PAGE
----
Global economy can thank U.S. consumers

Pevita Lena

Shoppers are seen wearing masks while shopping at a Walmart store, in North Brunswick, New Jersey, U.S. July 20, 2020.

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WASHINGTON, Aug 30 (Reuters Breakingviews) – The U.S. consumer is coming to the rescue of the global economy. Back in 2009, companies turned to China to prop up a shaken world. Now, with decades-high inflation in many countries, they’re looking for the United States to do the heavy lifting. Covid-19 lockdowns and war are taking their toll, but spending has been resilient.

China’s role in alleviating the impact of the global financial crisis has been widely overestimated. Its 4 trillion yuan ($586 billion in current dollars) stimulus package compensated for plunging foreign demand by plowing money into infrastructure. The policy increased purchases of iron ore and other commodities from Australia and elsewhere, put a floor under Chinese revenue streams at businesses such as Starbucks (SBUX.O) and Volkswagen (VOWG_p.DE), (VOWG.DE), and pushed quarterly GDP growth to a blistering 11.9% by the end of 2009. Since most of the non-commodity demand was created inside China’s borders, however, its effect on overseas job creation was limited.

In contrast, the United States is stepping up now to provide some relief. Aided by government stimulus funds, U.S. households have about $2.5 trillion in excess savings, according to the Brookings Institution nonprofit research outfit. All that cash is partly why retail sales unexpectedly rose 0.6% in July from the previous month on an inflation-adjusted basis, according to Commerce Department data released earlier this month.

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The strong dollar, which reached a 20-year high in July against a basket of currencies, is also helping. Imports from China jumped 20% in the first six months of 2022 from the span a year earlier, while also increasing 12% from Europe. There has been some slowdown as supply chain bottlenecks are resolved and lower-income Americans feel the pinch from rising prices, affecting sales at retailers such as Walmart (WMT.N).

Top earners keep greasing the economic wheels, however. Revenue at LVMH (LVMH.PA), owner of Tiffany and Christian Dior, for example, grew 21% in the first half this year, even though sales in Asia, excluding Japan, were essentially flat because of China’s pandemic restrictions on movement. The 24% top-line growth in the United States pushed the country’s overall sales proportion higher, to 27%. This summer, Home Depot (HD.N) quickly sold out of a $299 Halloween skeleton made in China.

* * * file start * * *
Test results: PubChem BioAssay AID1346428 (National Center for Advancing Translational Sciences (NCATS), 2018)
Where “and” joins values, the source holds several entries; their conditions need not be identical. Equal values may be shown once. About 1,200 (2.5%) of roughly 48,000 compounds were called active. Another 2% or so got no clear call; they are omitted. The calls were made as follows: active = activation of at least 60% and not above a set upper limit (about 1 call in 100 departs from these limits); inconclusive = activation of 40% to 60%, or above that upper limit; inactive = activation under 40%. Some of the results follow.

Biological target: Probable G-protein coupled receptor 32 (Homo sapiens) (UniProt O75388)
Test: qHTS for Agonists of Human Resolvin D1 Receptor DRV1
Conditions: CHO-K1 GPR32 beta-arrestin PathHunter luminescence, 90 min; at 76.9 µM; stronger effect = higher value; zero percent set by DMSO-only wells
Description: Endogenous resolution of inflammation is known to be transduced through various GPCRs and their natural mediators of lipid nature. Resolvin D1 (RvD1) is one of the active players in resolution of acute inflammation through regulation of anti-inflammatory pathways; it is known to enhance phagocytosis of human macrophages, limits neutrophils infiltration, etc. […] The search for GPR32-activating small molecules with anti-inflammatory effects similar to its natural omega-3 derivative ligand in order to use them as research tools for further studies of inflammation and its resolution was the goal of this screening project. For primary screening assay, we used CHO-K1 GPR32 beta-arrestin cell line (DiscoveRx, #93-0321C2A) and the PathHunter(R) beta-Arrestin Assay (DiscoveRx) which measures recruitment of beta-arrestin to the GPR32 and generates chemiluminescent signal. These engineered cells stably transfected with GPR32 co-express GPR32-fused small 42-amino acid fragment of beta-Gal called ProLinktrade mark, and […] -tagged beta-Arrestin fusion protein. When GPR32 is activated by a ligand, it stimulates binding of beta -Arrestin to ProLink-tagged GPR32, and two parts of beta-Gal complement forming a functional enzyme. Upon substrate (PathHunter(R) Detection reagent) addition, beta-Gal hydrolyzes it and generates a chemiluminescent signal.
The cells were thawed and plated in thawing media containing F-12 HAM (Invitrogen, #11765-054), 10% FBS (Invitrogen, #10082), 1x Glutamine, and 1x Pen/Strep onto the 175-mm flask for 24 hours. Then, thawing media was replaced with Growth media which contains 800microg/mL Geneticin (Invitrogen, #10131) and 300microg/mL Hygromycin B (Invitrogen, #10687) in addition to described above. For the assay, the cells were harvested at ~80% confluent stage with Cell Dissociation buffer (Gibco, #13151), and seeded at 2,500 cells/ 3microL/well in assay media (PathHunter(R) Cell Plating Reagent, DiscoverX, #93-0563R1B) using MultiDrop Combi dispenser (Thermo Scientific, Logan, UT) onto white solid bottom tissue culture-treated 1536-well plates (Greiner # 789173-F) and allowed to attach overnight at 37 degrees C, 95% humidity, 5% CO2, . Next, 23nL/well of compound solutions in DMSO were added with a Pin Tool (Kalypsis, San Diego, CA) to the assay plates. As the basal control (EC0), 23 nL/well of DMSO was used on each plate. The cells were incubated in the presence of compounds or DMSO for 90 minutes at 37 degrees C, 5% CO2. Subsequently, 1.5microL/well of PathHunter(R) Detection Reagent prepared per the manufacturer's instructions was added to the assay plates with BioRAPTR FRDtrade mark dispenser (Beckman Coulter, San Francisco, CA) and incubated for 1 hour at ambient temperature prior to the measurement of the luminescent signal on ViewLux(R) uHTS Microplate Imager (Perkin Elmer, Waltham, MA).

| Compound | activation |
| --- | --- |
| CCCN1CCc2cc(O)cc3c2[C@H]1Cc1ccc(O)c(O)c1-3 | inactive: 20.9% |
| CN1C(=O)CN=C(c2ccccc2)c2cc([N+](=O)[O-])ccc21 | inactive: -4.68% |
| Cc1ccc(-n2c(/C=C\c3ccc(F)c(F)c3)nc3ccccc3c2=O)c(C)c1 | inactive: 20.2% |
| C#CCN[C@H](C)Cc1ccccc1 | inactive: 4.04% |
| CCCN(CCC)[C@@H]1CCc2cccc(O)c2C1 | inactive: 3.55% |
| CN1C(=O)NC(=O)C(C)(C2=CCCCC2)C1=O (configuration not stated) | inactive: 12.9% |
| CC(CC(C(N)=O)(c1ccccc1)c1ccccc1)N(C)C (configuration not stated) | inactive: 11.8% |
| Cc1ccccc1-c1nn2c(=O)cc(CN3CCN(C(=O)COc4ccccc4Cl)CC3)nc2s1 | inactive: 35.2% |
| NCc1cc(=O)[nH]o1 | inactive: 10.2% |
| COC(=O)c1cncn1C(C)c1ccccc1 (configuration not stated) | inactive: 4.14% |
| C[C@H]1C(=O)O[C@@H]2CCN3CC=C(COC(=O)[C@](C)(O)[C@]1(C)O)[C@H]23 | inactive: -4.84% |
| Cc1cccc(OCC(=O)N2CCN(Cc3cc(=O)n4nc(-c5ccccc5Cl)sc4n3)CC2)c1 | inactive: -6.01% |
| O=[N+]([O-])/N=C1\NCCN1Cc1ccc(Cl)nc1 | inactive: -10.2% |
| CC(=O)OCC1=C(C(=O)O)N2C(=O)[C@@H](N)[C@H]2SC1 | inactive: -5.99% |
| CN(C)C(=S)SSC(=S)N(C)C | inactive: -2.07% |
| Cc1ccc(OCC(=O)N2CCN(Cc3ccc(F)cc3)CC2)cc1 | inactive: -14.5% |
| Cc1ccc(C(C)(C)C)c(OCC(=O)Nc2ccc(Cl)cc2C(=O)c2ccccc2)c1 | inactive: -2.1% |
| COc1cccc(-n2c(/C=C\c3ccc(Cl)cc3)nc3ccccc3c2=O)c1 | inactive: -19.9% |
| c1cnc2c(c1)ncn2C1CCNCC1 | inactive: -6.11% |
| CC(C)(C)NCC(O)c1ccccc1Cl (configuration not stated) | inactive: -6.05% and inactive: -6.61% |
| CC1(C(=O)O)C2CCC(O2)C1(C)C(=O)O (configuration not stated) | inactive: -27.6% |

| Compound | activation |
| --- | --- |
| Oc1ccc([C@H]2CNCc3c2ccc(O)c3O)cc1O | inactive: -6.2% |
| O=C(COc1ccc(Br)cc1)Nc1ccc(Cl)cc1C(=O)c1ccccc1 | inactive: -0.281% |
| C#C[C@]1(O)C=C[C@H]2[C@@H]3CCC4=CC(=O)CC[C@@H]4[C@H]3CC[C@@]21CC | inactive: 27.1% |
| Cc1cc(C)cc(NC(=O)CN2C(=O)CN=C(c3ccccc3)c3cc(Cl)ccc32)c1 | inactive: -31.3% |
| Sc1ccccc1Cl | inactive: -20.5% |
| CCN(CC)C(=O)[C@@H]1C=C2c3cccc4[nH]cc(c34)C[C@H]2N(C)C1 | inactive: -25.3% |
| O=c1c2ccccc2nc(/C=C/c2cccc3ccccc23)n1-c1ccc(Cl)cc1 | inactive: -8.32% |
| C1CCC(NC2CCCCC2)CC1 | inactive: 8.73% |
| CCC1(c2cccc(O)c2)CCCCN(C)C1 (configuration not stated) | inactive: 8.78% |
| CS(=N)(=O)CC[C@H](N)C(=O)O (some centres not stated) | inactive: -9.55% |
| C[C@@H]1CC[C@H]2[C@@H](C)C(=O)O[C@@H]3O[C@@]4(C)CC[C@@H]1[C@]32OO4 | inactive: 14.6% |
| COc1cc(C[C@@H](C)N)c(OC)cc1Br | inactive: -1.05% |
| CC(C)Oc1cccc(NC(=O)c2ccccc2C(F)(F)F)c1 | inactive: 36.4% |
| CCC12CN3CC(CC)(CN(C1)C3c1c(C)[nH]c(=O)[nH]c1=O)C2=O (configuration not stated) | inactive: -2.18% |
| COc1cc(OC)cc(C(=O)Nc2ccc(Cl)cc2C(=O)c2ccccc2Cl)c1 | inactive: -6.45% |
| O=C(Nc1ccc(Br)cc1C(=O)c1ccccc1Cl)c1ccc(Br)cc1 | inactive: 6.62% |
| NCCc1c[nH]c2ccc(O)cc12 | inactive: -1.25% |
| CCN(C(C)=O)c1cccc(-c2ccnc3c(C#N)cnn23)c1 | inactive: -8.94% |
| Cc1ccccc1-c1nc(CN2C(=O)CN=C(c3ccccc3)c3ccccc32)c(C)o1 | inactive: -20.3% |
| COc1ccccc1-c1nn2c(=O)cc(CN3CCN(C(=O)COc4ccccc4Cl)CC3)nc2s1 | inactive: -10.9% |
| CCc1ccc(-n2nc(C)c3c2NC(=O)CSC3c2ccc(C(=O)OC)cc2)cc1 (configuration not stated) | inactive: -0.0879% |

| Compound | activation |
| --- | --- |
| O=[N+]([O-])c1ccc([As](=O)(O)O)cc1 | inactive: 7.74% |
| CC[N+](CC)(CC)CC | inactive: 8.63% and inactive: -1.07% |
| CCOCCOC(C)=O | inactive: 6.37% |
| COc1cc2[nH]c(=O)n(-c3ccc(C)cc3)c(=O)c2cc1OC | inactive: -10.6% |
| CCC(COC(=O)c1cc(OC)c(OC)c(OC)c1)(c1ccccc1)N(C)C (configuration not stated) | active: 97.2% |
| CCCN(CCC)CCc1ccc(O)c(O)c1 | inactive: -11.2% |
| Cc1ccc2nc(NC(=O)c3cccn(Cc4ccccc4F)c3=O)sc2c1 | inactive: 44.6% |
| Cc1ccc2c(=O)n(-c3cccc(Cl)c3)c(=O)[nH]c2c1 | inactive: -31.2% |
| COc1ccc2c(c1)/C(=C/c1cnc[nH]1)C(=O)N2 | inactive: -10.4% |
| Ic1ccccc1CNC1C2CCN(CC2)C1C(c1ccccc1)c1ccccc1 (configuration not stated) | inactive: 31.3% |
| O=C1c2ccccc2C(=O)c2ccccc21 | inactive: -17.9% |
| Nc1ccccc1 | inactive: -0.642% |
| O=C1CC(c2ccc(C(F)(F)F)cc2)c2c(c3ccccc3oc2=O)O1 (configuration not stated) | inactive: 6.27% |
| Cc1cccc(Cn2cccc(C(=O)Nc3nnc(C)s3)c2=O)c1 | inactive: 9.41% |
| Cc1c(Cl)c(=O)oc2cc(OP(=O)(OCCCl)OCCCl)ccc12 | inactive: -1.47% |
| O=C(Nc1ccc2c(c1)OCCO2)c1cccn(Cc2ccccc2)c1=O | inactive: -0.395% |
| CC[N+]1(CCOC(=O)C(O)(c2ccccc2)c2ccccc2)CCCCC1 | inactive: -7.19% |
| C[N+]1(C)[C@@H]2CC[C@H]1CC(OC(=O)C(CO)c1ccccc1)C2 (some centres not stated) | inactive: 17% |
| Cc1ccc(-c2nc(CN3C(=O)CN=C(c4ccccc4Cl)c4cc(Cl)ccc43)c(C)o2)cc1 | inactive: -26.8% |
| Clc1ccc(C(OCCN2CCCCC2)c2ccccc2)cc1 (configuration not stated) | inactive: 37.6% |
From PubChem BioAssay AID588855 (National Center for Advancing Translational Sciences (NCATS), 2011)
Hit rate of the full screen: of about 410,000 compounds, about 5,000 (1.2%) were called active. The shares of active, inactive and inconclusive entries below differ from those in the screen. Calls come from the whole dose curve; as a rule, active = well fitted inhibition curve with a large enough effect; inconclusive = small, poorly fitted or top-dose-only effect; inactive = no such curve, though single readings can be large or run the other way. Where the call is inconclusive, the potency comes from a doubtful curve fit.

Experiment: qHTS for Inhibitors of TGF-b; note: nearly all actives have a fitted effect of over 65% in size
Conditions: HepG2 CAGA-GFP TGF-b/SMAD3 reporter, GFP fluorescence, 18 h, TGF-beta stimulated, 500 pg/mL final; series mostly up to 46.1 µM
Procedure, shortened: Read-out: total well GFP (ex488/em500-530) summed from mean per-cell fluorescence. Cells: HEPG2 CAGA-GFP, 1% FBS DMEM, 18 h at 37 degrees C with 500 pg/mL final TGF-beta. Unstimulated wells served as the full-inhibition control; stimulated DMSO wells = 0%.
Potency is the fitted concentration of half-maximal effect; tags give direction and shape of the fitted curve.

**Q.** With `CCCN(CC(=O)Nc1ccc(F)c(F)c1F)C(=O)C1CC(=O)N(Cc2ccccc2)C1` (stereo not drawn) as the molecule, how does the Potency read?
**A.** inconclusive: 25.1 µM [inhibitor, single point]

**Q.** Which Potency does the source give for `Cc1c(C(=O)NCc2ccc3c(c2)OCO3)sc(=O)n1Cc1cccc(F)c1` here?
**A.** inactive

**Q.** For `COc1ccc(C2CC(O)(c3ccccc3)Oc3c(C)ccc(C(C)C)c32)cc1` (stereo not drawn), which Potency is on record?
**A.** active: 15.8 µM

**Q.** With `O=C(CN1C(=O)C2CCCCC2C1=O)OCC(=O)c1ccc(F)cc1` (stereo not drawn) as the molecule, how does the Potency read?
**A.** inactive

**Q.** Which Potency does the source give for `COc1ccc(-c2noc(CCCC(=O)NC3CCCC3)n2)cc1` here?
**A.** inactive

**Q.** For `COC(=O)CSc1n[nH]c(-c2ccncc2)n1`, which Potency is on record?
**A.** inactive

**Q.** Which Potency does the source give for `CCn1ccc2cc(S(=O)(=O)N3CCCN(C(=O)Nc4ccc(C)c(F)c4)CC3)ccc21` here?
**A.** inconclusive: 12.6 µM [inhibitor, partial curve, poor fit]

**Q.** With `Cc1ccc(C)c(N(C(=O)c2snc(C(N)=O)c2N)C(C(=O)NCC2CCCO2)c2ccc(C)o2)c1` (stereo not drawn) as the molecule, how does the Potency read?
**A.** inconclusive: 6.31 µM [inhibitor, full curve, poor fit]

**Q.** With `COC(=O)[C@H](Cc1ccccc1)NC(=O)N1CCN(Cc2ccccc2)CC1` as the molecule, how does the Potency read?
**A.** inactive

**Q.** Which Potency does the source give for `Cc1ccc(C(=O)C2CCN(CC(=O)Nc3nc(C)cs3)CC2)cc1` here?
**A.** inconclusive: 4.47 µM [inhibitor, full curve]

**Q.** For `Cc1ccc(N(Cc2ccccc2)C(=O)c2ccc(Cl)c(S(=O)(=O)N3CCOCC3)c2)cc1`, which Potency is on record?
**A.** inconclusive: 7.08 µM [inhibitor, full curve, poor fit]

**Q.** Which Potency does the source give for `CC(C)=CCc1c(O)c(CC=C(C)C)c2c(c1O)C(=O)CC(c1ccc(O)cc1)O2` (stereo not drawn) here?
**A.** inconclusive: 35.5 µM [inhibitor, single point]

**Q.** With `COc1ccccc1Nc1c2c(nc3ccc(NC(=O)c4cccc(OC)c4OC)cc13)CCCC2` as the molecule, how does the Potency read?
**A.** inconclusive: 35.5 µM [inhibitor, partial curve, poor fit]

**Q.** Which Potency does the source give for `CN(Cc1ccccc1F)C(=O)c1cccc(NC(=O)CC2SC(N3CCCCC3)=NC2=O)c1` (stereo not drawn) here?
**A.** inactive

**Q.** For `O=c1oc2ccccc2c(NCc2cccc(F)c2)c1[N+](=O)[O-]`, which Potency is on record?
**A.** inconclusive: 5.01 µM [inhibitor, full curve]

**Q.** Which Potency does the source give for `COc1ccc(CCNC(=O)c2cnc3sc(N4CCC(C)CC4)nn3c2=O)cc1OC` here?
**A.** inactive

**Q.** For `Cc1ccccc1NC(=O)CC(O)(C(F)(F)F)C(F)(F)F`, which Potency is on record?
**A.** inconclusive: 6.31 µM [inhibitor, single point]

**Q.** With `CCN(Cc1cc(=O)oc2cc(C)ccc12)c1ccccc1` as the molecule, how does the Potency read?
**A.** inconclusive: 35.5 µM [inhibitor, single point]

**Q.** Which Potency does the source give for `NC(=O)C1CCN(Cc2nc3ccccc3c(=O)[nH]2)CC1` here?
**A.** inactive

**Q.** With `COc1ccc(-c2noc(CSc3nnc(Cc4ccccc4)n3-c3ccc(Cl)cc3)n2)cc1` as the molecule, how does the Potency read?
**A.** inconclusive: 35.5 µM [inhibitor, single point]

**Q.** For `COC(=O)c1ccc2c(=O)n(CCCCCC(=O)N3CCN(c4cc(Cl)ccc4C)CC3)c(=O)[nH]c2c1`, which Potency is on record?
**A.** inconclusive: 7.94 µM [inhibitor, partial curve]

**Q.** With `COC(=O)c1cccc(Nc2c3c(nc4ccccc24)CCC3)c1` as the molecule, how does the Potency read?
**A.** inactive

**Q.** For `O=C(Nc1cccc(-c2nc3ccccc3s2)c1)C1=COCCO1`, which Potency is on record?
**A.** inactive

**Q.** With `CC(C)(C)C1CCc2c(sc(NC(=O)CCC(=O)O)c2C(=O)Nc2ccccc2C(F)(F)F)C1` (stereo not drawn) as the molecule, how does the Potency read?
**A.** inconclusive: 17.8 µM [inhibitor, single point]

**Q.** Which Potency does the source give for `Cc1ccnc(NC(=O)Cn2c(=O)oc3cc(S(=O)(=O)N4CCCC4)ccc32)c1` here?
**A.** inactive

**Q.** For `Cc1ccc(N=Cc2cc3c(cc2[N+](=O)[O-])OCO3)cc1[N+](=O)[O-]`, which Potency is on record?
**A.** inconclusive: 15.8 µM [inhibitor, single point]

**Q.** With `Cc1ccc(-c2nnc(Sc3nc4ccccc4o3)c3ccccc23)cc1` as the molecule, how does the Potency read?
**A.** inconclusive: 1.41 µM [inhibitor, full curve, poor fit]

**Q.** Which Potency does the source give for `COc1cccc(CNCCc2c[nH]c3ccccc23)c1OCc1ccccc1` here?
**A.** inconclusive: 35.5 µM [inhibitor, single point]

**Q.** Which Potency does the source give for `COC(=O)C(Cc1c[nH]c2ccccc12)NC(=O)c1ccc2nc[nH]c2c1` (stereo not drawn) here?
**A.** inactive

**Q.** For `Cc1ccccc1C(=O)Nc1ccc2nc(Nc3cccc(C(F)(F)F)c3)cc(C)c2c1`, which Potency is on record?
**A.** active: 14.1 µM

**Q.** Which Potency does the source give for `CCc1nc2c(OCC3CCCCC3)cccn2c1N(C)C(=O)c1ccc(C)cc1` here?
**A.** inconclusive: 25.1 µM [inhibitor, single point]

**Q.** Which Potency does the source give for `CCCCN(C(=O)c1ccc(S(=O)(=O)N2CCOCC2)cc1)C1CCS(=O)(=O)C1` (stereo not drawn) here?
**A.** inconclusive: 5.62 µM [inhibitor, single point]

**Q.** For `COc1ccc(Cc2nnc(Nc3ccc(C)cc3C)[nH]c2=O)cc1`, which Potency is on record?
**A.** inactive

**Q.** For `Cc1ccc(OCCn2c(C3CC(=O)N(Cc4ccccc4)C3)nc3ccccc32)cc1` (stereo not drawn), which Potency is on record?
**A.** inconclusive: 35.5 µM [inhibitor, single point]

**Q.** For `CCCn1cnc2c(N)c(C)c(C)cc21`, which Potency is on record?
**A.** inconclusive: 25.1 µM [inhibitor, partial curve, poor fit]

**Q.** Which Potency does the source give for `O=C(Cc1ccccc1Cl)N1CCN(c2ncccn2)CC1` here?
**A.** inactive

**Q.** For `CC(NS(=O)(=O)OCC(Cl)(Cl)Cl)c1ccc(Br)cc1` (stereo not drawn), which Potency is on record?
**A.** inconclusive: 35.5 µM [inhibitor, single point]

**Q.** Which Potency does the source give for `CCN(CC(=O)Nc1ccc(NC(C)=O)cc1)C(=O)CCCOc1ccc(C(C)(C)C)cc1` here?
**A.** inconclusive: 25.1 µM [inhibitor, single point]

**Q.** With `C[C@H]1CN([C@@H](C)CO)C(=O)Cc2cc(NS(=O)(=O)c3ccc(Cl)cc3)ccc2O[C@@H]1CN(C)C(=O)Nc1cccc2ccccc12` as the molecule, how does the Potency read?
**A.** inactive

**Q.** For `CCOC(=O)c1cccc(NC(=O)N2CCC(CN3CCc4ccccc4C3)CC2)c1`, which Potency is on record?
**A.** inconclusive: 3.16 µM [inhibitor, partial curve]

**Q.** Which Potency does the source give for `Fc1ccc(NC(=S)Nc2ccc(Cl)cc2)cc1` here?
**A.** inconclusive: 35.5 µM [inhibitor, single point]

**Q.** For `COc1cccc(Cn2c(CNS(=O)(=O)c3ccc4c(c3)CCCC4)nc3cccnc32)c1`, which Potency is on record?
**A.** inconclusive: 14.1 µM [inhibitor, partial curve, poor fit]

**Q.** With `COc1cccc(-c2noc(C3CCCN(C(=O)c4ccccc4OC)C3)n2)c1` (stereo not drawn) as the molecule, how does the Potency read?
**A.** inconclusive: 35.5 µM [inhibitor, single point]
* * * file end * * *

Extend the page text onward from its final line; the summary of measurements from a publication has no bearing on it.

Americans, who have been affected less than Europeans by the war in Ukraine, are also spending abroad. Travel insurance company Allianz Partner estimated U.S. holiday trips to Europe would increase 600% this summer. And they’re spending more, too, increasing their travel budgets on average by $440, to $2,760, compared to less than $1,800 in spending by Europeans, according to an Ipsos survey. The uplift will help the sector get close to recovering its pre-pandemic 10% contribution to global GDP, which almost halved in 2020, according to the World Travel and Tourism Council.

U.S. spending could keep going for a while. JPMorgan (JPM.N) Chief Executive Jamie Dimon said in June that Americans still had up to nine more months of spending power. Bank of America (BAC.N) boss Brian Moynihan has been more optimistic. He told CNBC in July that even median-income earners, who had about $3,500 in their bank accounts before the pandemic, have about $13,000 to meet pent-up shopping demand, and were in good financial shape.

So far this year, China’s contribution has been mostly negative. Private consumption’s share of GDP is now forecast to fall to 37% by the end of the year, compared to 68% in the United States. Its record-high trade surplus highlights weak demand at home.

Foreign companies are feeling the pain. Starbucks grew comparable store sales by 9% in North America but contracted 44% in China in the quarter ending July 3. Ford Motor’s (F.N) quarterly China sales volume is down 38% from where it was at end of 2021; European carmaker Stellantis (STLA.MI) has thrown in the towel and ended its joint venture in the country. One of the only silver linings is that thanks to a tanking property sector, the world’s second-largest economy is not amplifying commodity price inflation.

For some companies, the economic toll in China has only been a blip. Although Airbnb (ABNB.O) shut down its business there, with all mainland listings taken down in July, the online lodging marketplace expects record third-quarter revenue of nearly $3 billion. Like many others, it can thank American consumers.

Could be worse: U.S. retail sales and employment are weathering recession
The world’s dependence on American consumers has increased

(The authors are Reuters Breakingviews columnists. The opinions expressed are their own.)

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U.S. retail sales rose 0.6% in July from the previous month on an inflation-adjusted basis, according to Commerce Department data released on Aug. 17. The fall in gasoline prices resulted in the cost of goods dropping 0.5%, which left consumers more money to spend on food at grocery stores and restaurants.

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Column by Gina Chon in Washington and Pete Sweeney in Hong Kong; Editing by Jeffrey Goldfarb and Sharon Lam

Our Standards: The Thomson Reuters Trust Principles.

Opinions expressed are those of the author. They do not reflect the views of Reuters News, which, under the Trust Principles, is committed to integrity, independence, and freedom from bias.

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